Besides the many tactical errors, a major accusation against the outgoing IDF Chief of Staff Dan Halutz is the strategic mishap of bombing Lebanon rather than invading it. As if he could. Israeli voters only recently forced the IDF to abandon pointless occupation of Lebanon, and large-scale invasion was politically unrealistic in 2006. With all the protest, media outcry, government instability and corruption, Israeli public opinion would not support a long-term ground operation which, in any case, would have solved nothing but embroil the IDF into another urban war with no realizable political objectives.

Small incursions are no solution: when IDF withdraws from Lebanese villages, Hezbollah moves back in. Halutz’s bombing of Lebanon into compliance was a viable strategy. If anything, Halutz wasn’t consistent: limited bombing terrifies little. All Lebanese must have felt endangered in order to abandon their support for Hezbollah. Then again, Halutz was politically limited to pinpoint strikes. He could not massively retaliate against Hezbollah’s sponsors: Iran and Syria.

Halutz shoulders the responsibility, but also shares it with others. Chief of Staff is a team player, but Sharon beheaded the army by retiring many competent officers who did not agree with Gush Katif‘ destruction.

One thing rarely brought up against Halutz is the state’s policy of murdering Israeli Special Forces which largely consist of religious Jews and settlers. The Staff routinely sent them into fighting without tactical planning or firepower support in the unnecessarily deadly urban combat.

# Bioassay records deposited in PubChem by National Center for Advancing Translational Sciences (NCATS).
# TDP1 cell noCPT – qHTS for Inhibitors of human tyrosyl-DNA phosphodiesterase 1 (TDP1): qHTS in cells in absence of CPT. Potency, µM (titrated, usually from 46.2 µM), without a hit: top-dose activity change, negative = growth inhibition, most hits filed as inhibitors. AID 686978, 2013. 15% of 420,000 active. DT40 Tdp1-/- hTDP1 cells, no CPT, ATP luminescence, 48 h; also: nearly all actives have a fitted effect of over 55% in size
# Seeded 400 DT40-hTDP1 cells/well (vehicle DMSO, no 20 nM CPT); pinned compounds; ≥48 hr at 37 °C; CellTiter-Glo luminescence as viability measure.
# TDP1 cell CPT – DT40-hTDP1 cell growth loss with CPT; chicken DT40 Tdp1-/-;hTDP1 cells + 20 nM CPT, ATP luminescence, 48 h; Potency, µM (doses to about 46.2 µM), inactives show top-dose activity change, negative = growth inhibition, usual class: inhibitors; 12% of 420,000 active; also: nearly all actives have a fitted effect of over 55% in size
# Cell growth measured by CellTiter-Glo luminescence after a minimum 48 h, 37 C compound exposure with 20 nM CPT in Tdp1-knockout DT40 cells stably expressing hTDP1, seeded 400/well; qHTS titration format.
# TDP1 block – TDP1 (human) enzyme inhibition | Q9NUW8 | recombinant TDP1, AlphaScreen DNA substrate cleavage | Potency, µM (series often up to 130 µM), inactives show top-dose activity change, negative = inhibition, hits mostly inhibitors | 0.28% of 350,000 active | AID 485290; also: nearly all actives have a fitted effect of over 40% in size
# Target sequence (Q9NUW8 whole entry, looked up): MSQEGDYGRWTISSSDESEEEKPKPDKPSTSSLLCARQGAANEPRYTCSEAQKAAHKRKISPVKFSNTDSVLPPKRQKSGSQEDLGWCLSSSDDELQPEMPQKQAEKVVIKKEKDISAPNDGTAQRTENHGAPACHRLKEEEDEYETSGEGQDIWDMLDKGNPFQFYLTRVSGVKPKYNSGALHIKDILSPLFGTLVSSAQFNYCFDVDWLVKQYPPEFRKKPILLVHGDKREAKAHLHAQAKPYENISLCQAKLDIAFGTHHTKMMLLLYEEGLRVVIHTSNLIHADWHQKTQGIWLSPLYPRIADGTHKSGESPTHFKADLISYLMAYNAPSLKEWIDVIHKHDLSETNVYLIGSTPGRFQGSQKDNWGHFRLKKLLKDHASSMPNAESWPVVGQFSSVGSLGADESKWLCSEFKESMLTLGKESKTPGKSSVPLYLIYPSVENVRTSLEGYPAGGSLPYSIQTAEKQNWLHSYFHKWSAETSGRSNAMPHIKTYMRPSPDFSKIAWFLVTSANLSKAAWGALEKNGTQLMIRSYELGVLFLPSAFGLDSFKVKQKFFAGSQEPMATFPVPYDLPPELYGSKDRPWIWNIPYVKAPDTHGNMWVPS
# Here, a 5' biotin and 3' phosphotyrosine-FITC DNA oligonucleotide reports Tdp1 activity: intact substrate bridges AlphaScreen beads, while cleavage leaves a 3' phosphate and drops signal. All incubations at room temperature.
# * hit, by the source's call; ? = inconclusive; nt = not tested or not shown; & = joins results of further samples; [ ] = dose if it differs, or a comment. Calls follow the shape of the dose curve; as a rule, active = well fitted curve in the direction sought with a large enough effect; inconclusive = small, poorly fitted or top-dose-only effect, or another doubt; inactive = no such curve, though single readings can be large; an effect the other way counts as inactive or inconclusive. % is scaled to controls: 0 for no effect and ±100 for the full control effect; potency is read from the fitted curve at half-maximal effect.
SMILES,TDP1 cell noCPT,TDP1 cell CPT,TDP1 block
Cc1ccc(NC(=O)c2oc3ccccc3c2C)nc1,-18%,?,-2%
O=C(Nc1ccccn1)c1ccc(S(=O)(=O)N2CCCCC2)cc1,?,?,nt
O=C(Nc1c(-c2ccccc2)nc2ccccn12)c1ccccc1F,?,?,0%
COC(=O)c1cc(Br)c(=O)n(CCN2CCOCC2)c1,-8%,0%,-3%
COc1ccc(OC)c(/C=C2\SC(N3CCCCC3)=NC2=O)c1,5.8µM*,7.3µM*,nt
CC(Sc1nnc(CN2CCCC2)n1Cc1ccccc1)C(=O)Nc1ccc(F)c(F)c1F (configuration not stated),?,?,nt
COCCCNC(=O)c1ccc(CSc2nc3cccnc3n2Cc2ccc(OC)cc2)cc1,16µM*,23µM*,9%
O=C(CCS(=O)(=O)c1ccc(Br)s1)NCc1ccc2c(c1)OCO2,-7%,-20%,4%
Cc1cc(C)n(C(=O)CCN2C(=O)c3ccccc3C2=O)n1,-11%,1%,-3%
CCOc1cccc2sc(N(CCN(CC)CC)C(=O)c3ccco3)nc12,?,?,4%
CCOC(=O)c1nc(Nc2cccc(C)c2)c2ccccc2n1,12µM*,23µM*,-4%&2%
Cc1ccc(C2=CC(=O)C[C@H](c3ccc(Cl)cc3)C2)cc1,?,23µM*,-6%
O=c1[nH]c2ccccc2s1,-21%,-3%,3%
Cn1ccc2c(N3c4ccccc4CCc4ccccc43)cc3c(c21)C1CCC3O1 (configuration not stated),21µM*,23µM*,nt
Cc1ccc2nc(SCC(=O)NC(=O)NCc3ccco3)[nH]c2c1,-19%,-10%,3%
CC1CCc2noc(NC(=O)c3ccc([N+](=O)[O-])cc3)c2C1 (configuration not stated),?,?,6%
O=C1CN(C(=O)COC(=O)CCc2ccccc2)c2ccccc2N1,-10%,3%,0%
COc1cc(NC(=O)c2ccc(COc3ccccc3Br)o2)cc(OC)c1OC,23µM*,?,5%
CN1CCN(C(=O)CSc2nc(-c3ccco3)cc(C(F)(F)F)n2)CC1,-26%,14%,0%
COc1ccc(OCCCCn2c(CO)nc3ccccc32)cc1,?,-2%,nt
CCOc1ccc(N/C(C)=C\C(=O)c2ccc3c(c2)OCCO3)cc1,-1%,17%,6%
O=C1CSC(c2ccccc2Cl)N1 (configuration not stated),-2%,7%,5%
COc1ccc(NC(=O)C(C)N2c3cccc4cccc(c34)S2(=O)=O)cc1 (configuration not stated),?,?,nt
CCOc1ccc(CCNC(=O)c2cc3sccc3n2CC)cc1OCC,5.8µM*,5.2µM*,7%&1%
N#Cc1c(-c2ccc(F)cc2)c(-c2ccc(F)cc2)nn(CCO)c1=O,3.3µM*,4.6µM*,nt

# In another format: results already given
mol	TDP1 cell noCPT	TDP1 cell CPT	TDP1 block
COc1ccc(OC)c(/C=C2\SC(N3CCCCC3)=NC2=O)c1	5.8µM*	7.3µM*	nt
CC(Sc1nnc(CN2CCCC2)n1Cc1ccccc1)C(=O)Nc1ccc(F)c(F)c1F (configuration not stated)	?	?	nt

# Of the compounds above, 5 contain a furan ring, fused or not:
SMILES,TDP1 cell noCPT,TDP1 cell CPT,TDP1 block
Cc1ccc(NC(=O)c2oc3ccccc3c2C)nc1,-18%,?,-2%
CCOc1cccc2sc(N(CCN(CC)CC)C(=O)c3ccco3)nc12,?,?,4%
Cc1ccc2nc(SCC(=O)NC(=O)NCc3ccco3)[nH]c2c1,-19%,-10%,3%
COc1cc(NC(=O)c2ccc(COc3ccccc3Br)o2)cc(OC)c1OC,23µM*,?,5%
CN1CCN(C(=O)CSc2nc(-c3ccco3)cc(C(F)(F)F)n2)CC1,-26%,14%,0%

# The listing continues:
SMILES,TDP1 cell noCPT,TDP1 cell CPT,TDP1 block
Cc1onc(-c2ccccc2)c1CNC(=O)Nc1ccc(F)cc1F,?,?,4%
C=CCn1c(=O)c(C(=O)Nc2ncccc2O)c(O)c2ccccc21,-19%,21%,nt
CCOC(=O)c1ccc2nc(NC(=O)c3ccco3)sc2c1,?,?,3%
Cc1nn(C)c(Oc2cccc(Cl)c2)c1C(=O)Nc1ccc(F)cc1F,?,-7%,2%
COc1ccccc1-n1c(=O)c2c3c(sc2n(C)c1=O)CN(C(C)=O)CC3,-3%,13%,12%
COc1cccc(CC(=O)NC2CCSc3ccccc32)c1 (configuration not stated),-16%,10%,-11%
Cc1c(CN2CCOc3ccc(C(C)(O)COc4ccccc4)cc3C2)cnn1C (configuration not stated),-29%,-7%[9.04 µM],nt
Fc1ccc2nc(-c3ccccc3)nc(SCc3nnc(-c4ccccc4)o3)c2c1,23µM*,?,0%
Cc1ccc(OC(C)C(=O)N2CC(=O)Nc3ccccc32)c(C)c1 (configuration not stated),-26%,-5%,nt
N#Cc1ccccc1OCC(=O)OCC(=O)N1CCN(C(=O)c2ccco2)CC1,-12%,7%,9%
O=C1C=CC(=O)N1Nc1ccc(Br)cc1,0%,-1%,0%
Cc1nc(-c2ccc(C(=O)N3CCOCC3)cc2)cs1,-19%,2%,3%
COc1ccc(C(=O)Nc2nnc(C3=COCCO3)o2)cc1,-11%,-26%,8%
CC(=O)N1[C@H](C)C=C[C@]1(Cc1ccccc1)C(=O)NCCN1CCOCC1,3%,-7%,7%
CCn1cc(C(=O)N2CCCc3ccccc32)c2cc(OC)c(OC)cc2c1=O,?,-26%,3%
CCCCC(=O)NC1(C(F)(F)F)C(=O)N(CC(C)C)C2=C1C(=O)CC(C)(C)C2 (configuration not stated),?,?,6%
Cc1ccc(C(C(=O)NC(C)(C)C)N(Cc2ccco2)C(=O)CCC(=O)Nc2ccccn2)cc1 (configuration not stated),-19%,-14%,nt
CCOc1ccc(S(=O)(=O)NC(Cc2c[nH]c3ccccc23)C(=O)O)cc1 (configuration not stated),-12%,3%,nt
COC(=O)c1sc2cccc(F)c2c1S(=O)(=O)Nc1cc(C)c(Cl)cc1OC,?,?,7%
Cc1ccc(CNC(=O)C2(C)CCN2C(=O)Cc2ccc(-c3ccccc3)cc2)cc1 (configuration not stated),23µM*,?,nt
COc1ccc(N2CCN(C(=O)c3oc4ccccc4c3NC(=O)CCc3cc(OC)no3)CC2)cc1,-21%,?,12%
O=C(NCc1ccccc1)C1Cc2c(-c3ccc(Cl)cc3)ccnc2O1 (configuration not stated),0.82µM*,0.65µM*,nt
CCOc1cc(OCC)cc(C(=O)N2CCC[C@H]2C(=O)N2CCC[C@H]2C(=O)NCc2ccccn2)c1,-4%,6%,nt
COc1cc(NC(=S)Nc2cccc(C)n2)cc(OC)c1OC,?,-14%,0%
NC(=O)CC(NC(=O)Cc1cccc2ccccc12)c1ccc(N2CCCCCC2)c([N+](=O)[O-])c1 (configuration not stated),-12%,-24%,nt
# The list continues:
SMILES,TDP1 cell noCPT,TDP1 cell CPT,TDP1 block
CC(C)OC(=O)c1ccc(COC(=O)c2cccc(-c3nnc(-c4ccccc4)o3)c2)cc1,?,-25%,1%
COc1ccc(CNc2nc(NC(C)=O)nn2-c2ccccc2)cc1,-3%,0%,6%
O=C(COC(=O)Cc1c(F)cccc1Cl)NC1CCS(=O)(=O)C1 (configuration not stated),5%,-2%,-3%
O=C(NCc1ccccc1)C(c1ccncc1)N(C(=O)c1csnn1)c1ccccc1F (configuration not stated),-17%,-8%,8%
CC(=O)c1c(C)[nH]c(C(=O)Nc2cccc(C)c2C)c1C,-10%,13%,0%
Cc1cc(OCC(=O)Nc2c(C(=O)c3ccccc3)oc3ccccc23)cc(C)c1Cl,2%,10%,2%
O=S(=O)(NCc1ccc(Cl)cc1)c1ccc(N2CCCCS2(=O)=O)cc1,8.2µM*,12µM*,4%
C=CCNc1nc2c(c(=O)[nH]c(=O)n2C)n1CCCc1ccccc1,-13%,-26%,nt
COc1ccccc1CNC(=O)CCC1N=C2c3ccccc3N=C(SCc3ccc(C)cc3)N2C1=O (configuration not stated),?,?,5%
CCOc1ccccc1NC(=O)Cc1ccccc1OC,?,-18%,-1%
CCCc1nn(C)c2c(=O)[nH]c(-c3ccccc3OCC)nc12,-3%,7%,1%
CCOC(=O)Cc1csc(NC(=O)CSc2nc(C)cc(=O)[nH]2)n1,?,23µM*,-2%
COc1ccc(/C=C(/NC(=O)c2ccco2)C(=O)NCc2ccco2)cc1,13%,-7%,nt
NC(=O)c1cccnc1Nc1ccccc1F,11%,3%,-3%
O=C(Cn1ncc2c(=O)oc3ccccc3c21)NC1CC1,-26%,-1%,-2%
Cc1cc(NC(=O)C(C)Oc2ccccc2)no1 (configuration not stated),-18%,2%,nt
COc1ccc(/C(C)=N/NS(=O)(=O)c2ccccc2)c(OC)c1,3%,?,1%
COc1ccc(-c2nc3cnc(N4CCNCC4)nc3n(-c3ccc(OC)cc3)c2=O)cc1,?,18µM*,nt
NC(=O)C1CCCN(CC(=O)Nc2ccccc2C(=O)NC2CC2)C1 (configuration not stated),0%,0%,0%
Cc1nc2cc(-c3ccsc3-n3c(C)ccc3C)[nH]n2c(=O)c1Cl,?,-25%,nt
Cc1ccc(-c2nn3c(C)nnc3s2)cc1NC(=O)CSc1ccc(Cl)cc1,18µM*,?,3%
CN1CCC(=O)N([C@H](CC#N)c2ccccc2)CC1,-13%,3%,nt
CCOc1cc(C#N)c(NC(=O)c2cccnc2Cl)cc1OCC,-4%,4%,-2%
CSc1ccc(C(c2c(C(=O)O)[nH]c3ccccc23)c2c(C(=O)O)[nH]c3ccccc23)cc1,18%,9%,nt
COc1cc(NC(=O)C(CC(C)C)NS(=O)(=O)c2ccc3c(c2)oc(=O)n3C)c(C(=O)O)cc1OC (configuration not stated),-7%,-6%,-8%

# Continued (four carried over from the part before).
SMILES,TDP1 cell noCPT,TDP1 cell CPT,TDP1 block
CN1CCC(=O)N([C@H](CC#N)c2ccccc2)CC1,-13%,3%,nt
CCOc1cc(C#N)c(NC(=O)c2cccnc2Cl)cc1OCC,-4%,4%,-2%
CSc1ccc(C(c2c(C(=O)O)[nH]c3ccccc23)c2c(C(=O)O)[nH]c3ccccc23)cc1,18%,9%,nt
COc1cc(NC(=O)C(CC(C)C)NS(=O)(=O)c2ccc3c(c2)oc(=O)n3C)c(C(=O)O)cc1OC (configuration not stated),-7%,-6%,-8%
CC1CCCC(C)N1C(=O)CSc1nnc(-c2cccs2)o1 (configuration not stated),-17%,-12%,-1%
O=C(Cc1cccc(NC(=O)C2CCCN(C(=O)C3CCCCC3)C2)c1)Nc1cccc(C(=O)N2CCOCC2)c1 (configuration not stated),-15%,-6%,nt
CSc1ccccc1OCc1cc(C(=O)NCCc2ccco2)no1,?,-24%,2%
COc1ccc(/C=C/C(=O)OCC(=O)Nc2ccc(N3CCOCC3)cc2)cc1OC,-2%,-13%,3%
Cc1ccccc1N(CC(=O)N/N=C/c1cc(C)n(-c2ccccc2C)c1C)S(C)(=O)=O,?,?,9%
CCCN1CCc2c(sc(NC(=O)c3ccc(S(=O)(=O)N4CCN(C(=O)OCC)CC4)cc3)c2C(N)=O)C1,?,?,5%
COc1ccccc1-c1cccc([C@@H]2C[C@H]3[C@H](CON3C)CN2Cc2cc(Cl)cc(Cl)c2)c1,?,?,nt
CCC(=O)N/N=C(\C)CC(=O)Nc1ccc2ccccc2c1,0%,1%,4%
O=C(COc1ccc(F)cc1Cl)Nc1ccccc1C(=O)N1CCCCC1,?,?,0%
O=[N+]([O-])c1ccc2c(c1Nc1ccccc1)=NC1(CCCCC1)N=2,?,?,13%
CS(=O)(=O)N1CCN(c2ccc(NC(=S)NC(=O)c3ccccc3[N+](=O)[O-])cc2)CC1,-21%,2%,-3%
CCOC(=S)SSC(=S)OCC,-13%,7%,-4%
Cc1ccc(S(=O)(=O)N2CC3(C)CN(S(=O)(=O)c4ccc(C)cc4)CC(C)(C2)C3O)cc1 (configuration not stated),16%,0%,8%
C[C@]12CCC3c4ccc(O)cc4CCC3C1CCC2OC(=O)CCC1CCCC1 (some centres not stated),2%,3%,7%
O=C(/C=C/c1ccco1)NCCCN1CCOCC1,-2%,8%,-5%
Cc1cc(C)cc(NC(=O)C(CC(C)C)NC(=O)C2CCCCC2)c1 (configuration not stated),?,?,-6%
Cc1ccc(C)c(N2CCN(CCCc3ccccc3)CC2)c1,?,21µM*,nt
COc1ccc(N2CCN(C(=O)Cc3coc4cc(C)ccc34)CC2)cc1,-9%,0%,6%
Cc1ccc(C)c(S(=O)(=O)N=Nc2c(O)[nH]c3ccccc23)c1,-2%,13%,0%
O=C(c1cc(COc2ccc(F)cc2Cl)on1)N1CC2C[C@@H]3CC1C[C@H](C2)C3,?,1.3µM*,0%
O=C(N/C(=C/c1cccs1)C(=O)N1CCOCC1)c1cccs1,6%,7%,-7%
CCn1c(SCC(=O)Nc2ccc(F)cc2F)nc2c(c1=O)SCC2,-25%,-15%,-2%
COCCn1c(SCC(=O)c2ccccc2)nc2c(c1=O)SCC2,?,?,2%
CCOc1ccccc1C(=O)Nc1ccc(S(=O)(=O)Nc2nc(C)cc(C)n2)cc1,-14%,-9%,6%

Israeli police shows little corruption on the mid-level, and regularly attempts to bring political thugs to justice. Silent collaboration of their subordinates is disgusting; frauds remained widely known in the narrow circles for years. Forcing the corrupt Olmert out of the office is a just thing to do, but Netanyahu is also no messiah: he is weak politically. That’s why I don’t actively support the efforts to oust Olmert. Beyond the fringe politicians like Baruch Marzel, there is no alternative to the Olmert-like ruling clique. Instead of changing the government yet another time, the Jews should abandon the idea that the government chosen by leftist and Arab majority could do any good to Israel. Rather, we should dictate our will to any government through violent no-step-back opposition to uprooting the settlements.


Despite the protests even from the leftist activist-turned-defense minister Peretz, Olmert proceeds to remove checkpoints in Judea and Samaria. Would the families of the Jews killed because of the relaxed security sue Olmert for wrongful deaths? A building contractor would be sued for neglecting safety rules.


It came out almost unnoticed that the guerrillas arrested for the October 2006 shooting are members of the Hamas and PIJ simultaneously. The differences between the groups are exaggerated. Rank-and-file members are more radical than each group’s leadership: activity of a single group was insufficient to them, and they joined another group to get more of the action. Settlement with Hamas won’t neutralize all the guerrillas.